The plight of the Russian prisoners of war captured by the Germans was particularly bad during 1941, when hundreds of thousands died from starvation and ill treatment. The way they were treated became widely known in Poland and Germany as a minority of them were marched back for use as forced labour. Dr Zygmunt Klukowski watched them pass through eastern Poland:
This afternoon another group of Soviet POWs was moved through town. Because today is Sunday, many watched. Bread, apples, and other goods were placed on the sidewalks on both sides of the street.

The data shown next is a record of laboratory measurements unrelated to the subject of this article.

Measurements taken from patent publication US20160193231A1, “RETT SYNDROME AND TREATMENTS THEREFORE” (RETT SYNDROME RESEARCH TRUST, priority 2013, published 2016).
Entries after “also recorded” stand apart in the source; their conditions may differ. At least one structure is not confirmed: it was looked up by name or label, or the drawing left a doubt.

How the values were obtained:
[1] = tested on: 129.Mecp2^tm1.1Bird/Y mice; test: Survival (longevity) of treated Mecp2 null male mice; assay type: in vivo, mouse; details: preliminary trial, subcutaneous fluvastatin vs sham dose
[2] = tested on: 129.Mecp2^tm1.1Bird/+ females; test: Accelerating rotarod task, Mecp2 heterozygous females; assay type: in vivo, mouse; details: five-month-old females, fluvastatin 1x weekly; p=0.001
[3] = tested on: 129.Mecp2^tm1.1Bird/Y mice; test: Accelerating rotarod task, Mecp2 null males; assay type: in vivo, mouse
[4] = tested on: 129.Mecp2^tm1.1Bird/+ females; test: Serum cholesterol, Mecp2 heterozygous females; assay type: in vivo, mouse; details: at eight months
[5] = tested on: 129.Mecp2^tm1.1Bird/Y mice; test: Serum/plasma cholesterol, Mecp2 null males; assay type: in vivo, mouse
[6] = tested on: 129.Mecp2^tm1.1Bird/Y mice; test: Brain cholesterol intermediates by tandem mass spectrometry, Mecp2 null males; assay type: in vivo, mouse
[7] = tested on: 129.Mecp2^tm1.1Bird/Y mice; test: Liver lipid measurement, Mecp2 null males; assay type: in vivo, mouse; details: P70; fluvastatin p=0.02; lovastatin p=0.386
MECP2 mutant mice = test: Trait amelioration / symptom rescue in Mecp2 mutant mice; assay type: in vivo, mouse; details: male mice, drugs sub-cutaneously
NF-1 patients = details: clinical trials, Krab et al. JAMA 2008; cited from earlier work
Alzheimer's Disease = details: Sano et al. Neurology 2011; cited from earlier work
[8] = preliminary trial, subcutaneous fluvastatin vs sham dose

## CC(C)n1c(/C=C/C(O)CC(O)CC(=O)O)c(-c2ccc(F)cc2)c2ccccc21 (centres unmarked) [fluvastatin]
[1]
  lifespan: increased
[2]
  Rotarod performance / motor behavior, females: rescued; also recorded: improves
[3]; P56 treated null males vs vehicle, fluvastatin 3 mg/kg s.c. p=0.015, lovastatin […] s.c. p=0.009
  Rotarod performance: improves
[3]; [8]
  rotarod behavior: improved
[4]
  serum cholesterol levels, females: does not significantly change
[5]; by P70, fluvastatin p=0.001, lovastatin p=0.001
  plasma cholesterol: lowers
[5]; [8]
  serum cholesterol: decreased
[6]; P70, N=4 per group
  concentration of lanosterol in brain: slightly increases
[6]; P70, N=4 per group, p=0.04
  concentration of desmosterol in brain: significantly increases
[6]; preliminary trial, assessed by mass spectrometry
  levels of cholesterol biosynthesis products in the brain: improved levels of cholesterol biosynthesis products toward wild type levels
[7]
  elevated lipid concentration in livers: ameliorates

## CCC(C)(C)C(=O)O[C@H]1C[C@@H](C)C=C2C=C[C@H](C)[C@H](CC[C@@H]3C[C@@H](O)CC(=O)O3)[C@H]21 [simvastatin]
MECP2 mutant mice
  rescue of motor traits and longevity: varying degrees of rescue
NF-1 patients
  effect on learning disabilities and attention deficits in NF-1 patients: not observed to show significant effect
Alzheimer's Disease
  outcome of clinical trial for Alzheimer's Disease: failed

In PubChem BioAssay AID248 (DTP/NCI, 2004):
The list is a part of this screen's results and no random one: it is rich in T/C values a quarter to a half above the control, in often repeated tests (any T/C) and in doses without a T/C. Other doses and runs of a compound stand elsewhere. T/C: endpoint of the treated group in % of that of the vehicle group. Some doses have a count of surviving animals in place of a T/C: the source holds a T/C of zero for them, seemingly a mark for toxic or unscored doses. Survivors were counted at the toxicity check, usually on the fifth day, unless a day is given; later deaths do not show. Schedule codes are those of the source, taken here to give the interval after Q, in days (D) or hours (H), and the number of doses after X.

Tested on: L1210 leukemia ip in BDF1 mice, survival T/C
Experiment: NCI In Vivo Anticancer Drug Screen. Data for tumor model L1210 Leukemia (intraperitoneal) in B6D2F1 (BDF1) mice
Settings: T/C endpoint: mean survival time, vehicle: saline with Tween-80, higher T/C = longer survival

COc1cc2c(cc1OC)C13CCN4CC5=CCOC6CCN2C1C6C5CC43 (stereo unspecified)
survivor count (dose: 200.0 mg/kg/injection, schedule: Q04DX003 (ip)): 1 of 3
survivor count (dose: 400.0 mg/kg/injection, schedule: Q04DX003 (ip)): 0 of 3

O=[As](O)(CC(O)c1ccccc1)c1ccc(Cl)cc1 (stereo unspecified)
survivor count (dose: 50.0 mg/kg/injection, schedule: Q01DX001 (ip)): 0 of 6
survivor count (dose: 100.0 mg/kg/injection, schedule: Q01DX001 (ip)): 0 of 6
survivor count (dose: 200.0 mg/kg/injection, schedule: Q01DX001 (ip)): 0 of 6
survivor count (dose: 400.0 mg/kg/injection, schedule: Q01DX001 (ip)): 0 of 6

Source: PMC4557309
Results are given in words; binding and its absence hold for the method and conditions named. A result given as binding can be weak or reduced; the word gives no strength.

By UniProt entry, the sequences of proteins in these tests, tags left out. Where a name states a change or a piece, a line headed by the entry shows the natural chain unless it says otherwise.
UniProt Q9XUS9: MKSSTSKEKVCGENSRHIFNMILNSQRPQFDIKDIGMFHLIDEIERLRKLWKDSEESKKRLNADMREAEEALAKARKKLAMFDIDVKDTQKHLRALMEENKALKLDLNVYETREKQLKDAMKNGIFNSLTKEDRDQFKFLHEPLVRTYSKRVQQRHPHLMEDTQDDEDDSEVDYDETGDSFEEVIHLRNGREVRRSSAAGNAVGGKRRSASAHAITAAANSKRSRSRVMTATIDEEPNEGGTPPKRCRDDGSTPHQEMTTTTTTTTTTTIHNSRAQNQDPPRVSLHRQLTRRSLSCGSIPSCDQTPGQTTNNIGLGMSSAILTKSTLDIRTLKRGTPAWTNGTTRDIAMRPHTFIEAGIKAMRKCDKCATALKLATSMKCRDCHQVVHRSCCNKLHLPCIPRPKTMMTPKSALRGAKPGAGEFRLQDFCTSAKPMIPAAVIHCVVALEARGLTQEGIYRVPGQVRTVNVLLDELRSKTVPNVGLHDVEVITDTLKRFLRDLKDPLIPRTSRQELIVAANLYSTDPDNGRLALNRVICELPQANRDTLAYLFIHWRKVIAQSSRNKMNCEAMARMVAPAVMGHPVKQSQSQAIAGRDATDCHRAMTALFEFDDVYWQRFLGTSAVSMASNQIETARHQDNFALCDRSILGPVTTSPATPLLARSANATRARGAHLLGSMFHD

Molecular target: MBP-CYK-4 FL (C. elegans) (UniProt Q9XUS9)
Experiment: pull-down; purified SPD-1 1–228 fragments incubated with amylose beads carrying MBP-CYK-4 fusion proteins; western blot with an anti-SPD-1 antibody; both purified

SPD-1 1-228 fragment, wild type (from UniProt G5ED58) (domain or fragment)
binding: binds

Even though the soldiers from the convoy started shooting at them while they fought for food, the prisoners did not pay any attention to the Germans.
The Germans stopped the convoy and forced people to remove the food before they moved out. Finally they agreed that the food could be put on a wagon and later be divided among the prisoners.
The entire Polish population, not only the Jews, were very sympathetic to the Russian prisoners.
I can still see, even though I close my eyes, those poor Russian soldiers, looking more like the skeletons of animals than humans.